Current Book Project

Francis: A Narrative of Enslavement, Forced Migration, and the “Single Black Mother.”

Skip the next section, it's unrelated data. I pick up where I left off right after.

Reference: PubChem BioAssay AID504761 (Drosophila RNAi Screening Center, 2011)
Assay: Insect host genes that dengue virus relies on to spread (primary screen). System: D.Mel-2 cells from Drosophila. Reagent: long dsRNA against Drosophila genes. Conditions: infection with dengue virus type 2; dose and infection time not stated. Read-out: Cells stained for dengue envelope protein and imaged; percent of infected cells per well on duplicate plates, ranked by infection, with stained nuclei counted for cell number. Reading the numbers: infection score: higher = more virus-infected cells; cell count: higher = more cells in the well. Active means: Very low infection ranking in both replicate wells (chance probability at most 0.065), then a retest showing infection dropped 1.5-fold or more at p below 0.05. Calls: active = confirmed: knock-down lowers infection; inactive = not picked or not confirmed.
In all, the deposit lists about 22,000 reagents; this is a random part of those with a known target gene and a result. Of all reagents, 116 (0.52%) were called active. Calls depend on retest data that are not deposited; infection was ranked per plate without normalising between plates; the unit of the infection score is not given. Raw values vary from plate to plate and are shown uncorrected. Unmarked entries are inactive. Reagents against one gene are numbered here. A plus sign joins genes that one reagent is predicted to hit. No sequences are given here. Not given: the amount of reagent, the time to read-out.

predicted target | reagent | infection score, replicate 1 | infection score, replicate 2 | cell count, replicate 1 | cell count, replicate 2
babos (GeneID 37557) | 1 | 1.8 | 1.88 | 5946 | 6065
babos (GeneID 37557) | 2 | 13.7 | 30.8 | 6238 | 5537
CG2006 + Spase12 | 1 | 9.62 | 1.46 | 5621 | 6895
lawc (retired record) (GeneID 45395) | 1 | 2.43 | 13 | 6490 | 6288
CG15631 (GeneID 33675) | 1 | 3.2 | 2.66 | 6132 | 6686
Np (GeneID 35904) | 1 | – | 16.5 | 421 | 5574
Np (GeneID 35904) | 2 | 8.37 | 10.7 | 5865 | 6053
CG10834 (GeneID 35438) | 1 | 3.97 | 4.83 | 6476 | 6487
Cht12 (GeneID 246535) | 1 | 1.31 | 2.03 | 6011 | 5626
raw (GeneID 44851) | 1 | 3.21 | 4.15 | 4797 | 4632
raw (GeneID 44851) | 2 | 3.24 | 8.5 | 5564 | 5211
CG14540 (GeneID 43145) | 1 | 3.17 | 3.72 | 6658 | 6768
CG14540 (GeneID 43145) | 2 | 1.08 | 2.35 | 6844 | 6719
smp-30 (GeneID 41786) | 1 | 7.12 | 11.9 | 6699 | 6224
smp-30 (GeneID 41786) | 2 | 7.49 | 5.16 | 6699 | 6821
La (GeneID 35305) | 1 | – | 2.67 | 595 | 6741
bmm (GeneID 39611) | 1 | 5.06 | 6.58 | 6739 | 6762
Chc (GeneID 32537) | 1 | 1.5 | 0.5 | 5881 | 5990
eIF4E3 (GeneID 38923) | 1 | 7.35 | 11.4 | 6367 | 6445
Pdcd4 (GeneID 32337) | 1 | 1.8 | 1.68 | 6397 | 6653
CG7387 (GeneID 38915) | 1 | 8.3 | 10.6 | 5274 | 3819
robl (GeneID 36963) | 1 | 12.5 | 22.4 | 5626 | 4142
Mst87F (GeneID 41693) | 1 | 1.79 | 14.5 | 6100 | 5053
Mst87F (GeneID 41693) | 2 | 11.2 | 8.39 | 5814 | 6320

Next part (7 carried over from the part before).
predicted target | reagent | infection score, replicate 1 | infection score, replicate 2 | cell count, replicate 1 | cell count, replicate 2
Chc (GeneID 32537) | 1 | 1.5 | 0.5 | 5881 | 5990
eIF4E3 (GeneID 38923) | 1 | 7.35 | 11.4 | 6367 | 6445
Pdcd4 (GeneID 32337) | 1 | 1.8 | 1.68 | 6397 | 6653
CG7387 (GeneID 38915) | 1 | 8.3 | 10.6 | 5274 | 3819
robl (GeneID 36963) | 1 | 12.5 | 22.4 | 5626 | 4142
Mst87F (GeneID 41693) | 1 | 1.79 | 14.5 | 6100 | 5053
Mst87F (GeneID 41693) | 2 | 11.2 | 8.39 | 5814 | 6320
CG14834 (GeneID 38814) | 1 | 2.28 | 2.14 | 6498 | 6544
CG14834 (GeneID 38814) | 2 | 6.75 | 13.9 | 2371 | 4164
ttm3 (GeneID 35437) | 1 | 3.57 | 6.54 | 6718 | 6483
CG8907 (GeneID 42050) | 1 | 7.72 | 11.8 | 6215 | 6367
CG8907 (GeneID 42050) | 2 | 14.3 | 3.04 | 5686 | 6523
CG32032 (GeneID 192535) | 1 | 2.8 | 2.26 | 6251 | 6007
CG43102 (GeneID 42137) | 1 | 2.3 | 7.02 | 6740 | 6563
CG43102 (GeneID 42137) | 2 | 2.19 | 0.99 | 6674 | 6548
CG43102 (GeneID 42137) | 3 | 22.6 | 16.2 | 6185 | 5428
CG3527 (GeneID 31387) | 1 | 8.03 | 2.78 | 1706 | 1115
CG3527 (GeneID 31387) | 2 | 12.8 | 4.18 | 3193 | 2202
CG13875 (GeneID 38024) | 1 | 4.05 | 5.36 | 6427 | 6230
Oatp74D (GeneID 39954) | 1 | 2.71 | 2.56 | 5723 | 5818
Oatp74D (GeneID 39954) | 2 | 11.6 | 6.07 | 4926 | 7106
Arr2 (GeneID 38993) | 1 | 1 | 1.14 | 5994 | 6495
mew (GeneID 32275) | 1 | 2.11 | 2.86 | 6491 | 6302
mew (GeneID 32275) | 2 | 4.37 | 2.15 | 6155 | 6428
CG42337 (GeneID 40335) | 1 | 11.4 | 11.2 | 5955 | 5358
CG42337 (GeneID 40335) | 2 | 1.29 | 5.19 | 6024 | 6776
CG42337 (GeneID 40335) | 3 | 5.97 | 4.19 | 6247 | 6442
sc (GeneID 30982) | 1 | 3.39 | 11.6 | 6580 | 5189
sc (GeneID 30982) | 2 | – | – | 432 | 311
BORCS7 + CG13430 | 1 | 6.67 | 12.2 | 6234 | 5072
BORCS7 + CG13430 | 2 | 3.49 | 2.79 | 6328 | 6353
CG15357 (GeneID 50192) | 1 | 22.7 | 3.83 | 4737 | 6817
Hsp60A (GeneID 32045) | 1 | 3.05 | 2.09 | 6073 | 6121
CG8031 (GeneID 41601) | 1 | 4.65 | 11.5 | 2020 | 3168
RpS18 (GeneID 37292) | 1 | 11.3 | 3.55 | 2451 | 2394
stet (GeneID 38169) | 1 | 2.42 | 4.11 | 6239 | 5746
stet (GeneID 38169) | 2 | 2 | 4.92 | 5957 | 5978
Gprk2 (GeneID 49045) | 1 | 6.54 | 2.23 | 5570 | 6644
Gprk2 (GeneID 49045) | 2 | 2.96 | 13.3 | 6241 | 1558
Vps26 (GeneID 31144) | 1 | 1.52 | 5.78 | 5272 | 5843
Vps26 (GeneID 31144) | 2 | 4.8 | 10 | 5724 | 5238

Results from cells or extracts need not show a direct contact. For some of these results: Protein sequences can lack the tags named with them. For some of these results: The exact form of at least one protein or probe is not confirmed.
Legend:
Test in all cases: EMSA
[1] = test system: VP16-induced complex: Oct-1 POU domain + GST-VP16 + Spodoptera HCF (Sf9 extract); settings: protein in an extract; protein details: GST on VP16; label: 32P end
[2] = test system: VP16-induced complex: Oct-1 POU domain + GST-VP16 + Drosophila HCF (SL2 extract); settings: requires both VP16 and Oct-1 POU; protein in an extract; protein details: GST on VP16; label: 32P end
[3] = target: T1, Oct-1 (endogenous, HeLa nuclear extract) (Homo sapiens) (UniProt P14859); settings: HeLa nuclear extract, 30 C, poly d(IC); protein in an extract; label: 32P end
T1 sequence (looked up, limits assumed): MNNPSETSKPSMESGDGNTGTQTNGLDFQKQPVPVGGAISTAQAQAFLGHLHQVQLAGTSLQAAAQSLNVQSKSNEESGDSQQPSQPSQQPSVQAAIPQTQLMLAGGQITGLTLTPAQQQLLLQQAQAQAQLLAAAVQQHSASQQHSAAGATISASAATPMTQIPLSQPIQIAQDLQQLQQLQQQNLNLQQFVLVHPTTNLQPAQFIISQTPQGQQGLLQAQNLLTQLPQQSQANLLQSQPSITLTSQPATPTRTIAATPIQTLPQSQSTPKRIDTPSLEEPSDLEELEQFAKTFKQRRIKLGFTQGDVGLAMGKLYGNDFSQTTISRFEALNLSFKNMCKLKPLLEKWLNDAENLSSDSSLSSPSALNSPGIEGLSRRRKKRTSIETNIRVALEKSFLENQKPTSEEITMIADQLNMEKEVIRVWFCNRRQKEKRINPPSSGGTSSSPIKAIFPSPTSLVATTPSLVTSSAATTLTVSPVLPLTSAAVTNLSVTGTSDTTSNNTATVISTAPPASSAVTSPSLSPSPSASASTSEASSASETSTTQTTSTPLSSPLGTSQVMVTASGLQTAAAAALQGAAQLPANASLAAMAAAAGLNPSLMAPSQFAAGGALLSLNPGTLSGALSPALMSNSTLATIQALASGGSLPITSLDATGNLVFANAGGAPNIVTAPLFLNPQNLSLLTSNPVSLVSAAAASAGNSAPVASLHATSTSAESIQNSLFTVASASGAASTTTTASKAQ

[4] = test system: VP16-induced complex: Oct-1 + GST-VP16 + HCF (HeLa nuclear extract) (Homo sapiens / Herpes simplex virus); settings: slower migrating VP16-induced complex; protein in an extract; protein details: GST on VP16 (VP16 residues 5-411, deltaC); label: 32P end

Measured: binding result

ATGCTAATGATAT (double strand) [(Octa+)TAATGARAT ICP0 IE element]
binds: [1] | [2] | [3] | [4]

This biography traces the pre- and post emancipation story of Francis Sistrunk (b~1822) and her six children, following their lives of enslavement and forced migration from Georgia to Mississippi four years before the Civil War until 1920, when Hillman, the last of this emancipated generation, dies and is buried more than 130 miles away from home in the state’s mental asylum. Despite this unspeakable end, however, this is a narrative that captures the resilience and perserverance of Black families, in particular highlighting the ones such as theirs, led by a single black mother. This story captures the industry, planning and optimism of Francis and her Noxubee four—that is, sons John, Hillman, and Shad, and daughter, Lucretia—the four adult children who established their roots among first generation freedpeople in Noxubee County, Mississippi. Their story demonstrates that contrary to stereotypes depicting them as lacking the agency and imagination to envision their future, freedpeople, that is, African American southerners in the post Civil War rural south were their own advocates.

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